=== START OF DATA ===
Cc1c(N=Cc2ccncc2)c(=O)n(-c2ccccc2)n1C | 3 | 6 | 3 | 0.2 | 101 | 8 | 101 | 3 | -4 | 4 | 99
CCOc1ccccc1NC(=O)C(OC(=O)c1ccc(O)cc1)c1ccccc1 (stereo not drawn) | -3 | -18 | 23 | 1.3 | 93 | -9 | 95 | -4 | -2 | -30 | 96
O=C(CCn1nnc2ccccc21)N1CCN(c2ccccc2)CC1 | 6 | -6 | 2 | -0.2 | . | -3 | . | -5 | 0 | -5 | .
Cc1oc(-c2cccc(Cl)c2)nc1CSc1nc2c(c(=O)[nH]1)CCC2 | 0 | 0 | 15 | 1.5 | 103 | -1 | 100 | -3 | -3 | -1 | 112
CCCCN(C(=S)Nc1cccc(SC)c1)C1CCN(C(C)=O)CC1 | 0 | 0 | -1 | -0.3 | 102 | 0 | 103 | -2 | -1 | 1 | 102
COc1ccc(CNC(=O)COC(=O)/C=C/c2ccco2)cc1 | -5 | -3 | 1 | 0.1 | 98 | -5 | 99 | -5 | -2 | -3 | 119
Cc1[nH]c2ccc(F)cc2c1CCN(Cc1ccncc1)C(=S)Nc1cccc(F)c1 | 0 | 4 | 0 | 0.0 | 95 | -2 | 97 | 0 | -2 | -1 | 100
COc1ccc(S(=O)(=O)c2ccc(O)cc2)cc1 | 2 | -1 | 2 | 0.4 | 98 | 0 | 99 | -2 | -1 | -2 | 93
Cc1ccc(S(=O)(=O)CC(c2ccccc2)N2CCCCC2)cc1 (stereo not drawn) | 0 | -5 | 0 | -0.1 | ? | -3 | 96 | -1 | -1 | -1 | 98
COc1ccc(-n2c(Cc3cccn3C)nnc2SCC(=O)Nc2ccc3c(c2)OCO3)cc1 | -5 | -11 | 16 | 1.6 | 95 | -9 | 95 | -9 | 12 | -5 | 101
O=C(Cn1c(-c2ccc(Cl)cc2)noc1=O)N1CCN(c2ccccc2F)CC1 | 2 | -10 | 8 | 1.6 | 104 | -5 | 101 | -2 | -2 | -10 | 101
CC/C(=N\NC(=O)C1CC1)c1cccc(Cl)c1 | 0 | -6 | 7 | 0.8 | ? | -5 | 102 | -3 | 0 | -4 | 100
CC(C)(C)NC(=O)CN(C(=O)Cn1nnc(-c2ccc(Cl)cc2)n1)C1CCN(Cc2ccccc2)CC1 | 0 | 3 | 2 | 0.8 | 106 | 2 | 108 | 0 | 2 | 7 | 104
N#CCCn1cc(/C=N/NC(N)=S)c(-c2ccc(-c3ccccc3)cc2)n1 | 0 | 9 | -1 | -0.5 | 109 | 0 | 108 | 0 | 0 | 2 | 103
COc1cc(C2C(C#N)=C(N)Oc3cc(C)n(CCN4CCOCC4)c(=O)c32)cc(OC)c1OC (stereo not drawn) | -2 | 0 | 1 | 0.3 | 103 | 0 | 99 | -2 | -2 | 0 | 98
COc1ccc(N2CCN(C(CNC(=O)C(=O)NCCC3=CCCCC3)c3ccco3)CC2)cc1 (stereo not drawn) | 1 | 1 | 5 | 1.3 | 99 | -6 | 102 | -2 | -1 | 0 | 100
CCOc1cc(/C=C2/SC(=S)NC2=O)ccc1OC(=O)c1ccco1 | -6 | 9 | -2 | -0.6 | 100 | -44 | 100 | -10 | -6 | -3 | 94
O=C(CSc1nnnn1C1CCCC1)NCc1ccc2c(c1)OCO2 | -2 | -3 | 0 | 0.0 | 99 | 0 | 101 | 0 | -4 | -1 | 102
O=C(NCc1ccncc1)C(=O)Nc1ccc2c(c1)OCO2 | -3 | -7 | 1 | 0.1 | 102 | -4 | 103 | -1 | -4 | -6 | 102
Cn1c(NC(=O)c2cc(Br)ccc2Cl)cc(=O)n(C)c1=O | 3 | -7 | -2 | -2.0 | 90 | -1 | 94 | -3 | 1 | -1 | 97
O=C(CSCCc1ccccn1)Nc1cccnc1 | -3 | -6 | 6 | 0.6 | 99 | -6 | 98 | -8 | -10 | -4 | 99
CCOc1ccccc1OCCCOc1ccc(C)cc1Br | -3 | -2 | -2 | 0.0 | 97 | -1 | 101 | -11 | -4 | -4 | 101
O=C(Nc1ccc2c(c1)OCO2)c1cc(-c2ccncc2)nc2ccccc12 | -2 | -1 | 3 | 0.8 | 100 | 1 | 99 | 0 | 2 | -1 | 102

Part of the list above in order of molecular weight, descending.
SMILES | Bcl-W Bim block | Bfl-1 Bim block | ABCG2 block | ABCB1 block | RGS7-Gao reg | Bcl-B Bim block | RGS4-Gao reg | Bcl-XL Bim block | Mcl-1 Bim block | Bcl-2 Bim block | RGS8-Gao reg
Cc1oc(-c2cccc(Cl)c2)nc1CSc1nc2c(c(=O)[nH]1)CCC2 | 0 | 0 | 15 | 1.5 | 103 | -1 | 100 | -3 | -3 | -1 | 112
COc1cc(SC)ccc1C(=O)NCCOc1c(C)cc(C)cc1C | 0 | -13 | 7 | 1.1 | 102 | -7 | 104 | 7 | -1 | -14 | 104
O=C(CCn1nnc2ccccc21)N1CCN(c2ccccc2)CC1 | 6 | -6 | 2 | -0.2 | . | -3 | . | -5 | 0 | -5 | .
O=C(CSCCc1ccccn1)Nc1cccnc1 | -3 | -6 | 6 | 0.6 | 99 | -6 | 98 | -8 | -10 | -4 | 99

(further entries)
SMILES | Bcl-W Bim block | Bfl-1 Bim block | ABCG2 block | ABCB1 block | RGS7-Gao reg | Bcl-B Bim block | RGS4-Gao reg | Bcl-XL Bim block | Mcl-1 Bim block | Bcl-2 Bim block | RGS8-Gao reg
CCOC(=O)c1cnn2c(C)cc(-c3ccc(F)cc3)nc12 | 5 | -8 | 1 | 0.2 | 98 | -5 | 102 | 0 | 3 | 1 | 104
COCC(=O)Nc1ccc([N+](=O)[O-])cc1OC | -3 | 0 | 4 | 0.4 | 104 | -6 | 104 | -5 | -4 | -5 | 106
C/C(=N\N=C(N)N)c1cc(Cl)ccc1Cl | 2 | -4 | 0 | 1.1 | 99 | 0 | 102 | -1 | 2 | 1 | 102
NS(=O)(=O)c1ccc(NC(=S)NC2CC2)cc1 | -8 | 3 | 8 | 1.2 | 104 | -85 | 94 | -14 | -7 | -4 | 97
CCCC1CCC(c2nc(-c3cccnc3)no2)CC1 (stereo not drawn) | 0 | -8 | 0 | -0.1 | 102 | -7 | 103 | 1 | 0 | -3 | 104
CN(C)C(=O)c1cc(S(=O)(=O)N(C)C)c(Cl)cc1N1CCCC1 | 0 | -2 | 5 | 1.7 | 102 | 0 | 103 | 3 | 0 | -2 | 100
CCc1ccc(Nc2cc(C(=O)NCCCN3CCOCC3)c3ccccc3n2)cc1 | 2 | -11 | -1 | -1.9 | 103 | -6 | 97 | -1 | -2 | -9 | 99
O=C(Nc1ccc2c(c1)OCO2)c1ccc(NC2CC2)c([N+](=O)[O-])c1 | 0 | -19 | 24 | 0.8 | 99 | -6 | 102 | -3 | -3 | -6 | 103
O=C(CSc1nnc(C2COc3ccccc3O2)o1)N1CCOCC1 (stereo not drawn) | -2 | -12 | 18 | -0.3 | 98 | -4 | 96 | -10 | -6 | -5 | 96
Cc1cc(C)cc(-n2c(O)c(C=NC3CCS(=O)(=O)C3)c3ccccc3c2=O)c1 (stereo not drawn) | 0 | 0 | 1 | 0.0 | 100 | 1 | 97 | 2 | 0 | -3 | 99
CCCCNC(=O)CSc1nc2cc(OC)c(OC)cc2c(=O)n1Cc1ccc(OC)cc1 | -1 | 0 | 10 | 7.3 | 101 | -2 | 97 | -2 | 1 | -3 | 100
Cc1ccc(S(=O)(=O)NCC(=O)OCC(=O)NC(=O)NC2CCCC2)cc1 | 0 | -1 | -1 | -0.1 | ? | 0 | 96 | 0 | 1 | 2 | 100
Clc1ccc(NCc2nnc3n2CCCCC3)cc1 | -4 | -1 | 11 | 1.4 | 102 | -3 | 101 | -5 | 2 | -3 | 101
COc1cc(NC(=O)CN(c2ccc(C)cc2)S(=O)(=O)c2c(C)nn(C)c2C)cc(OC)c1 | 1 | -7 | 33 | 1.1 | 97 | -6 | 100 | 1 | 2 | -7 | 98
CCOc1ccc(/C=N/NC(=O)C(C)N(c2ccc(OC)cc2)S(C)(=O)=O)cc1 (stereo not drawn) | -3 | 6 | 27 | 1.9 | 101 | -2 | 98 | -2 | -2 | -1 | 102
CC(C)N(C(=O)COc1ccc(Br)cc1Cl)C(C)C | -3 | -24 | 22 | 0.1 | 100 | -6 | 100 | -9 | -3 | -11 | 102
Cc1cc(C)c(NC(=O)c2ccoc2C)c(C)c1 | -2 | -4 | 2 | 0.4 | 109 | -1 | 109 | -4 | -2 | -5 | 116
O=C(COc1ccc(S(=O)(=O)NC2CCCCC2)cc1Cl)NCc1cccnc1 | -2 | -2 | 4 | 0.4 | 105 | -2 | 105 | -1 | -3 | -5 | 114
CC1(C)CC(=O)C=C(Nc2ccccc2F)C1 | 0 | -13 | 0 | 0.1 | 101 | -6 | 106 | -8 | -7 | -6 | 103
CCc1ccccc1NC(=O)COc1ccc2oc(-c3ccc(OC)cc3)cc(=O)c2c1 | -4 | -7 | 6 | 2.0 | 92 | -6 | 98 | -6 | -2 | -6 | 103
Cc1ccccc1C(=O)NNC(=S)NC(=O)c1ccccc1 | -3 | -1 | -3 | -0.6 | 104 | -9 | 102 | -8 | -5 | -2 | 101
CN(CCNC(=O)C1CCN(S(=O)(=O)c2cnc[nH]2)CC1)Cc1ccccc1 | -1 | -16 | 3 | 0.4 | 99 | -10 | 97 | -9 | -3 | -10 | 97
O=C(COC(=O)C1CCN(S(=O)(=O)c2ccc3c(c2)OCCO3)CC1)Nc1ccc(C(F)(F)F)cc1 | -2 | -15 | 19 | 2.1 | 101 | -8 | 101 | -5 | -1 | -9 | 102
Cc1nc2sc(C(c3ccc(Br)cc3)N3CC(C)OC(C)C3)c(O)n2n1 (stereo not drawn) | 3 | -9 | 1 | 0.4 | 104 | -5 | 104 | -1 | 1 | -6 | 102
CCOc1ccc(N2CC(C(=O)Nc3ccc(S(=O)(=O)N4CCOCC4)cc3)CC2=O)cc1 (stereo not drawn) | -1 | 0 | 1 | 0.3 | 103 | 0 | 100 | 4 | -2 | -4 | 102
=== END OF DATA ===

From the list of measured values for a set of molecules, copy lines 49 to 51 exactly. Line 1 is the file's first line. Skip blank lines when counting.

O=C(COc1ccc(S(=O)(=O)NC2CCCCC2)cc1Cl)NCc1cccnc1 | -2 | -2 | 4 | 0.4 | 105 | -2 | 105 | -1 | -3 | -5 | 114
CC1(C)CC(=O)C=C(Nc2ccccc2F)C1 | 0 | -13 | 0 | 0.1 | 101 | -6 | 106 | -8 | -7 | -6 | 103
CCc1ccccc1NC(=O)COc1ccc2oc(-c3ccc(OC)cc3)cc(=O)c2c1 | -4 | -7 | 6 | 2.0 | 92 | -6 | 98 | -6 | -2 | -6 | 103